The Illusory Boundary

The Illusory Boundary: Environment and Technology in History

Martin Reuss
Stephen H. Cutcliffe
Copyright Date: 2010
Pages: 328
https://www.jstor.org/stable/j.ctt6wrnp4
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  • Book Info
    The Illusory Boundary
    Book Description:

    The view of nature and technology inhabiting totally different, even opposite, spheres persists across time and cultures. Most people would consider an English countryside or a Louisiana bayou to be "natural," though each is to an extent the product of technology. Pollution, widely thought to be a purely man-made phenomenon, results partly from natural processes. All around us, things from the natural world are brought into the human world. At what point do we consider them part of culture rather than nature? And does such a distinction illuminate our world or obscure its workings?

    This compelling new book challenges the view that a clear and unwavering boundary exists between nature and technology. Rejecting this dichotomy, the contributors show how the history of each can be united in a constantly shifting panorama where definitions of "nature" and "technology" alter and overlap.

    In addition to recognizing the artificial divide between these two concepts, the essays in this book demonstrate how such thinking may affect societies' ability to survive and prosper. The answers and ideas are as numerous as the landscapes they consider, for there is no single path toward a more harmonious vision of technology and nature. Technologies that work in one place may not in another. Nature that is preserved in one community might become the raw material of technological progress somewhere else. Add to this the fact that the natural world and technology are not passive players, but are profoundly involved in cultural construction. Understanding such dynamics not only reveals a new historical complexity; it prepares us for coping with many of the most difficult and pressing social issues facing us today.

    Contributors

    Peter Coates * Craig E. Colten * Stephen H. Cutcliffe * Hugh S. Gorman * Betsy Mendelsohn * Joy Parr * Peter C. Perdue * Sara B. Pritchard * Martin Reuss * William D. Rowley * Edmund Russell * Joel A. Tarr * Ann Vileisis * James C. Williams * Thomas Zeller

    eISBN: 978-0-8139-3053-4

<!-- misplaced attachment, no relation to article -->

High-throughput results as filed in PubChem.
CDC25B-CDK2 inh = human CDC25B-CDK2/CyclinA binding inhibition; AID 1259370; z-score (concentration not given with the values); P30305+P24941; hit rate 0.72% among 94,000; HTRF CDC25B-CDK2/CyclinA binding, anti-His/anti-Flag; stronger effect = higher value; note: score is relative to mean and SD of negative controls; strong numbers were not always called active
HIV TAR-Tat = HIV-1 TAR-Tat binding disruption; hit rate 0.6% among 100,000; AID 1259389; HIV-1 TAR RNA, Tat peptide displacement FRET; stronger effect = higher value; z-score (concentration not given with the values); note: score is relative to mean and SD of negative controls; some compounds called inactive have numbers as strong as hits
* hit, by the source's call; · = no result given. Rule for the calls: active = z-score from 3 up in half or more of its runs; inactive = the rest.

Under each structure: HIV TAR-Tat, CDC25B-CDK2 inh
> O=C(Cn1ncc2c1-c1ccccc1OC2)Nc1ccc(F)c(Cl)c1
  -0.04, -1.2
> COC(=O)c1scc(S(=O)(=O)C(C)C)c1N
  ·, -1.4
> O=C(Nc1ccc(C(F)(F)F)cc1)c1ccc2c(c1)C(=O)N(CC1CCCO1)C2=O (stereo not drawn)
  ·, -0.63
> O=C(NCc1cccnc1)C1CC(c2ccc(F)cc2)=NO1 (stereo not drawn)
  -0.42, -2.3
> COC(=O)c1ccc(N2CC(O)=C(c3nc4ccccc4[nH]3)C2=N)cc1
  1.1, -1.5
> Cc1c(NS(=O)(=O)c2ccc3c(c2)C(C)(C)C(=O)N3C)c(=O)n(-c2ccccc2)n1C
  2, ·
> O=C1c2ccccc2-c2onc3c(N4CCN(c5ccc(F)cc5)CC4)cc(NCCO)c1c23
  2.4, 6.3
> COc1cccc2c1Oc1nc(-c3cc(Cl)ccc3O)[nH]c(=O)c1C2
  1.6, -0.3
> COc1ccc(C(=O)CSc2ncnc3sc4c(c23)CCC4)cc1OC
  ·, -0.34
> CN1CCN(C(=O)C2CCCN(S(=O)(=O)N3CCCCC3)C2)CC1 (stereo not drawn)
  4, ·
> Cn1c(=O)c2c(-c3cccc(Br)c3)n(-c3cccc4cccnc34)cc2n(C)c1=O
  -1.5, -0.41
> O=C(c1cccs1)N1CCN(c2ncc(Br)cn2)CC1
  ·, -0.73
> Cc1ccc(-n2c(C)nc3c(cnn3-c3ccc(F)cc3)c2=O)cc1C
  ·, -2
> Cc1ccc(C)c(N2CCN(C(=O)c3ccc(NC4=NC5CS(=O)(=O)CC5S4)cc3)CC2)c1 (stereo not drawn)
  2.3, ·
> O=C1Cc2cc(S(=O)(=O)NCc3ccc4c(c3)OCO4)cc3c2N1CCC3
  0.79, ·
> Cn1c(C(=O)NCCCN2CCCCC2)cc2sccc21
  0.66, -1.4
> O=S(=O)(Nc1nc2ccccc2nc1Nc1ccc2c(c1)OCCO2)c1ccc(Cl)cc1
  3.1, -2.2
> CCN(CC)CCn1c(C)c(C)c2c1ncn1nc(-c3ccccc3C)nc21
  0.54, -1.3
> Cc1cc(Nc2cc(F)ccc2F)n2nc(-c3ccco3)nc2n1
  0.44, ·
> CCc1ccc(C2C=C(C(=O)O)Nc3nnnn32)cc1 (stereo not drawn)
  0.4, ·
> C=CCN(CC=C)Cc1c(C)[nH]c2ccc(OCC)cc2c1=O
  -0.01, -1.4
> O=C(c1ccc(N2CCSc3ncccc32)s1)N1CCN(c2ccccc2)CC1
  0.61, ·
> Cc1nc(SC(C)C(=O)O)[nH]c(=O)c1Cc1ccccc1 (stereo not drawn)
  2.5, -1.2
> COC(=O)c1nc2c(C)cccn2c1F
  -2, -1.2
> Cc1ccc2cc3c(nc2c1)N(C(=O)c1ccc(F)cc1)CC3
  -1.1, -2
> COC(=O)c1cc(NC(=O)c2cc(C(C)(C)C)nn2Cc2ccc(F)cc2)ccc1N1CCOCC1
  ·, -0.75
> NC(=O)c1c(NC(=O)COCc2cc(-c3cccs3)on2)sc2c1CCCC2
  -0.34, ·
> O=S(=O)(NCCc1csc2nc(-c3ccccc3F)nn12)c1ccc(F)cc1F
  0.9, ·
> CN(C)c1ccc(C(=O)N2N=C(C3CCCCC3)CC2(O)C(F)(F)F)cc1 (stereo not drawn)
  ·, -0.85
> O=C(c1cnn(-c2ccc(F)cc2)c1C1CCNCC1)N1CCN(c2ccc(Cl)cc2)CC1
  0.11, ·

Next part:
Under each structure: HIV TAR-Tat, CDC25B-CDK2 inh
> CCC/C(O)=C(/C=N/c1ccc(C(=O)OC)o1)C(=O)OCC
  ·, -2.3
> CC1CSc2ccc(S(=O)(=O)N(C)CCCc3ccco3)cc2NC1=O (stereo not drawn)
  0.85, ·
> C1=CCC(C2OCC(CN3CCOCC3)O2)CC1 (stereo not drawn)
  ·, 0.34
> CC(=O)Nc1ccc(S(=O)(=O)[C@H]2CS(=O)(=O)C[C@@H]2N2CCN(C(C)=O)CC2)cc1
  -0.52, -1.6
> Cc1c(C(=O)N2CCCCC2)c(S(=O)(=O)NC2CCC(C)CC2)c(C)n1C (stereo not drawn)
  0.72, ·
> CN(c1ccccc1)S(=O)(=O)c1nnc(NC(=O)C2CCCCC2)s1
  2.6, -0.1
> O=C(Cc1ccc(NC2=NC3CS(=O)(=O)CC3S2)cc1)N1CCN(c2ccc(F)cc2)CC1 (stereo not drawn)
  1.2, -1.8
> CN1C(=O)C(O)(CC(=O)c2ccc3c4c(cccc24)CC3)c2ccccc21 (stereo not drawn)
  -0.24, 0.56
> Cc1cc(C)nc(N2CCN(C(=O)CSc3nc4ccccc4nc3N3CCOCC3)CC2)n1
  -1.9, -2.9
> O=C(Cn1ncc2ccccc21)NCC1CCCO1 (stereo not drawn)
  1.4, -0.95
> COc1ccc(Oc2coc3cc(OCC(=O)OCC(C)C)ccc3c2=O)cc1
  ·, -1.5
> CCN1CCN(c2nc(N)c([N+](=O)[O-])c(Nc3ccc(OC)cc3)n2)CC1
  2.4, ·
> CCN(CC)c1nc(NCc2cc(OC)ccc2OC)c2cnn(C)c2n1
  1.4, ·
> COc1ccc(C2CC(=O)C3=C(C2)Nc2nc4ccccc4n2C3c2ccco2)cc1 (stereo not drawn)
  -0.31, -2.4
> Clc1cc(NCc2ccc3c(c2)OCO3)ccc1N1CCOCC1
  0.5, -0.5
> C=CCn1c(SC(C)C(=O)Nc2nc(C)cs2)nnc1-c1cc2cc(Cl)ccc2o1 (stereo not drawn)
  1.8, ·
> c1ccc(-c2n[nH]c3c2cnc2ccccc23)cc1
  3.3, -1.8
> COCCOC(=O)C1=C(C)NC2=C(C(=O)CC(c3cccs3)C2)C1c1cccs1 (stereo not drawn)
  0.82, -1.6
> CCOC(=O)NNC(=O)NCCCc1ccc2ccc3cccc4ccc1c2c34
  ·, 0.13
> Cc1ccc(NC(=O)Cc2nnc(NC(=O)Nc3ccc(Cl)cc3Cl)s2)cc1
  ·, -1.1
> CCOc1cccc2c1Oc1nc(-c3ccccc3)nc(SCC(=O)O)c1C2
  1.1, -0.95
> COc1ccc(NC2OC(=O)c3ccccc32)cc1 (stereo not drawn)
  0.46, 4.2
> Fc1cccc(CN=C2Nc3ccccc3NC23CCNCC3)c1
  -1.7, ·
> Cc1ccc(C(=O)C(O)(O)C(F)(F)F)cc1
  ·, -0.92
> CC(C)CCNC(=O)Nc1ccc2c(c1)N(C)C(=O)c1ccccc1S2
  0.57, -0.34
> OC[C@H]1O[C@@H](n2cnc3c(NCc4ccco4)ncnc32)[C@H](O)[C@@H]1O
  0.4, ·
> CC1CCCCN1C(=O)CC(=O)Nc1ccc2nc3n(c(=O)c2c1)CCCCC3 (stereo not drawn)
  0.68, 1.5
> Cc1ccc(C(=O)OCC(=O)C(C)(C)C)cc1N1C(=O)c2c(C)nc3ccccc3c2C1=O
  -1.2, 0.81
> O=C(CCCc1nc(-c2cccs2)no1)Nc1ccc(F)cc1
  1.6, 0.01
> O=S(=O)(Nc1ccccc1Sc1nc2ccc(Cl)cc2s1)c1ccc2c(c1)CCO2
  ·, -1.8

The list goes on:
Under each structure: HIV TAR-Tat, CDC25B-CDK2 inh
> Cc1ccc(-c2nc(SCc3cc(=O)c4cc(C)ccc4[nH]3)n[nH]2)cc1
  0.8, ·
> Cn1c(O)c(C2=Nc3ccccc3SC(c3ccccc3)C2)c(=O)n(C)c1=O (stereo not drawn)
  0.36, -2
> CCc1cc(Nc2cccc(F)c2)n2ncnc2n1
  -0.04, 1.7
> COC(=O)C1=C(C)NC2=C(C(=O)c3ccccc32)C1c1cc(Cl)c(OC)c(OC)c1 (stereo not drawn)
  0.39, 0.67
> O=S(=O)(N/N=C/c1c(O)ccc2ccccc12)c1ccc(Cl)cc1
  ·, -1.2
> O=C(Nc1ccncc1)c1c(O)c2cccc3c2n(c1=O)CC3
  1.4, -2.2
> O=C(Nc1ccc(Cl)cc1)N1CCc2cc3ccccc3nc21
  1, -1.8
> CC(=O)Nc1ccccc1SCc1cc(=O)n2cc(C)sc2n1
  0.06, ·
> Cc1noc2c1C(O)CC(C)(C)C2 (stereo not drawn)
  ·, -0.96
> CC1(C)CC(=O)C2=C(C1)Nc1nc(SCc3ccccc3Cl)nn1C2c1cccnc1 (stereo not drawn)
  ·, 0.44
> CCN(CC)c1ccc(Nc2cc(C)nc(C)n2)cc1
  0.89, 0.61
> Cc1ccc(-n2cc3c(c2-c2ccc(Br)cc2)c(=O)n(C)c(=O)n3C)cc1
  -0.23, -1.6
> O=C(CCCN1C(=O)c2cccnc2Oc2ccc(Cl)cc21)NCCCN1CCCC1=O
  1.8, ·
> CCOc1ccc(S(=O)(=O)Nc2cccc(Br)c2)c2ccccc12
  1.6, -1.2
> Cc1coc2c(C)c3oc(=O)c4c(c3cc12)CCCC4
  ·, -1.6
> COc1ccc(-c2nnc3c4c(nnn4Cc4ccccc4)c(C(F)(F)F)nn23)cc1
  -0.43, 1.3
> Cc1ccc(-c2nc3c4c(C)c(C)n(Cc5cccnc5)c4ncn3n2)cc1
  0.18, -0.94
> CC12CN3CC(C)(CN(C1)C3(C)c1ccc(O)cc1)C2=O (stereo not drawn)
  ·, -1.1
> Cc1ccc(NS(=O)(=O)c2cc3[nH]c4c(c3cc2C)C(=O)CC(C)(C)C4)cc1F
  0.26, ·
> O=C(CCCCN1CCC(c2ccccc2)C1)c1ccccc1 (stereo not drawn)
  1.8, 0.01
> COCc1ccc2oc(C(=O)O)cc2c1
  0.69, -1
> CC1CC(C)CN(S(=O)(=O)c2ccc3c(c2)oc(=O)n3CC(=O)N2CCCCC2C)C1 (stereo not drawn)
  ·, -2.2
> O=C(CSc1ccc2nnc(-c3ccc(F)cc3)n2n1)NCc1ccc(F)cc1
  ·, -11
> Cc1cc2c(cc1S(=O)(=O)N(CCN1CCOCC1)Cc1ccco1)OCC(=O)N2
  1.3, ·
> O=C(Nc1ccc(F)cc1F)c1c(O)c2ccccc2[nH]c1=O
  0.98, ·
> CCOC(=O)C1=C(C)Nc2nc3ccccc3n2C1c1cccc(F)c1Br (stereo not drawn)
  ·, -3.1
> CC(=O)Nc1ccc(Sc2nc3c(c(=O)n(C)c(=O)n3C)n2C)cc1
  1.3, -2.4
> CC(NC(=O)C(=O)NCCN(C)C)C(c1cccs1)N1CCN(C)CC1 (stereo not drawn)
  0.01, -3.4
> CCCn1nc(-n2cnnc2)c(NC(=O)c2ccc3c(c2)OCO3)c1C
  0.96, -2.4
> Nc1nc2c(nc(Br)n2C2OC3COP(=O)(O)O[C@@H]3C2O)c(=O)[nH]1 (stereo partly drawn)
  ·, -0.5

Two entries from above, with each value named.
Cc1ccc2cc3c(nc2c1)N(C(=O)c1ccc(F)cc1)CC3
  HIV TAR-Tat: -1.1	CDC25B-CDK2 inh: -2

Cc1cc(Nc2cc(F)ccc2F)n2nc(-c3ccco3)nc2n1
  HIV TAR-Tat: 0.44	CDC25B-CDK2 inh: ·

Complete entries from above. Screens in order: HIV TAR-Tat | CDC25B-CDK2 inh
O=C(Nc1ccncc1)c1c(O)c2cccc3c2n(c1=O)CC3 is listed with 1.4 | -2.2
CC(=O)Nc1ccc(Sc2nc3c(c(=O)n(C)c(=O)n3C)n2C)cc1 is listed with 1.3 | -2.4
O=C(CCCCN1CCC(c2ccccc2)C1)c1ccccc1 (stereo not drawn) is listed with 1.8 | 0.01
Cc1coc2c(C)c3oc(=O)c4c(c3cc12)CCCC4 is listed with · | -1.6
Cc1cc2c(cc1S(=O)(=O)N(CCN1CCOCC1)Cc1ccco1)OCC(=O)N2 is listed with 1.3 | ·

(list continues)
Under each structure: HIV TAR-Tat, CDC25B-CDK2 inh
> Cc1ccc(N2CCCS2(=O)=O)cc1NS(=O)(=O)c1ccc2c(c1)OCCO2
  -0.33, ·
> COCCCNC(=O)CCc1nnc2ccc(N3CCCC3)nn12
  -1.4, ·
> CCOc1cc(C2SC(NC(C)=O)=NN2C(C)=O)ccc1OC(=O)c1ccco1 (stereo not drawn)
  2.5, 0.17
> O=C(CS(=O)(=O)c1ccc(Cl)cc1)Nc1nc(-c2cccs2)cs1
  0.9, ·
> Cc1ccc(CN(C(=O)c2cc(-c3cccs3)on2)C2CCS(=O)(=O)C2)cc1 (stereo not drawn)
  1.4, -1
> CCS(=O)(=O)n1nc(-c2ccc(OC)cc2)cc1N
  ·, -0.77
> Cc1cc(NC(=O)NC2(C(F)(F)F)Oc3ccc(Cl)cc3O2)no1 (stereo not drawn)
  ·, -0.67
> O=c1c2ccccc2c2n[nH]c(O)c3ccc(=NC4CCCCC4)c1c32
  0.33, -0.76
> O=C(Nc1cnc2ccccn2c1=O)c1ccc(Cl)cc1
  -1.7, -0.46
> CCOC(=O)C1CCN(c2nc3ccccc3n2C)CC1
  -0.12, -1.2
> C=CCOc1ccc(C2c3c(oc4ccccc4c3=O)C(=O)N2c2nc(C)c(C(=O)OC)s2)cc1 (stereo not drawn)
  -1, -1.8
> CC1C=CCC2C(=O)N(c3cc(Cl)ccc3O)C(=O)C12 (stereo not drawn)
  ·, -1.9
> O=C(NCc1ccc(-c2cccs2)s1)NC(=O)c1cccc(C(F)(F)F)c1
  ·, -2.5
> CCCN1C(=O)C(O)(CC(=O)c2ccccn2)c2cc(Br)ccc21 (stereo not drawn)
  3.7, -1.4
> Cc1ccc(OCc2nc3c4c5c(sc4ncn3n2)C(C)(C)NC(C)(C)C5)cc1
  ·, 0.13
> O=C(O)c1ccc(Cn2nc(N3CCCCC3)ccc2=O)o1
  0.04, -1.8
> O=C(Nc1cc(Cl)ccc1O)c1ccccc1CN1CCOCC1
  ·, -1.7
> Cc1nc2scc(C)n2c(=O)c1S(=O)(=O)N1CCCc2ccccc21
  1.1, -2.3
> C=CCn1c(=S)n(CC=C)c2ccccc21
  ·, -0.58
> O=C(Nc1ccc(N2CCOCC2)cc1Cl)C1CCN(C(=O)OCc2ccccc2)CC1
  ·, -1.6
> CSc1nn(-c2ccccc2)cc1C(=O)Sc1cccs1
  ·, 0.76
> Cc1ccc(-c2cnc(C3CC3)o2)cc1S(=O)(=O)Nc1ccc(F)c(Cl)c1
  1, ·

Subjects: History of Science & Technology

Table of Contents

  1. Front Matter
    (pp. i-iv)
  2. Table of Contents
    (pp. v-vi)
  3. Acknowledgments
    (pp. vii-x)
  4. Introduction
    (pp. 1-6)
    Martin Reuss and Stephen H. Cutcliffe

    This anthology is a contribution to a historical reframing of questions involving the interaction of humans with the world around them. Thus, the individual essays do not provide a new methodology, although an emphasis on interdisciplinary research is clearly evident. Nor do the authors stretch the boundaries of traditional historical authority. Their conclusions are based on solid research and are as unbiased as one is likely to find. Rather, the distinguishing feature of these essays is the authors’ implicit (and sometimes explicit) denial that environment and technology are separable and generally opposing historical subjects. In fact, they argue that technology...

  5. Part I Nature, Technology, and the Human Element
    • Understanding the Place of Humans in Nature
      (pp. 9-25)
      James C. Williams

      The relationship between people and nature is dynamic, interactive, complex, and messy. To be sure, humankind has not always understood its relationship to nature in the same ways, for we come from many cultures and experiences that continuously change over time. Nevertheless, we are all part of nature, and our physical beings comprise many of the same elements and rhythms that make up the world around us. Yet, while we are part of nature, we also see ourselves as distinct from it, standing outside, if not above, the rest of the natural world. This is particularly true of those of...

    • Our Bodies and Our Histories of Technology and the Environment
      (pp. 26-42)
      Joy Parr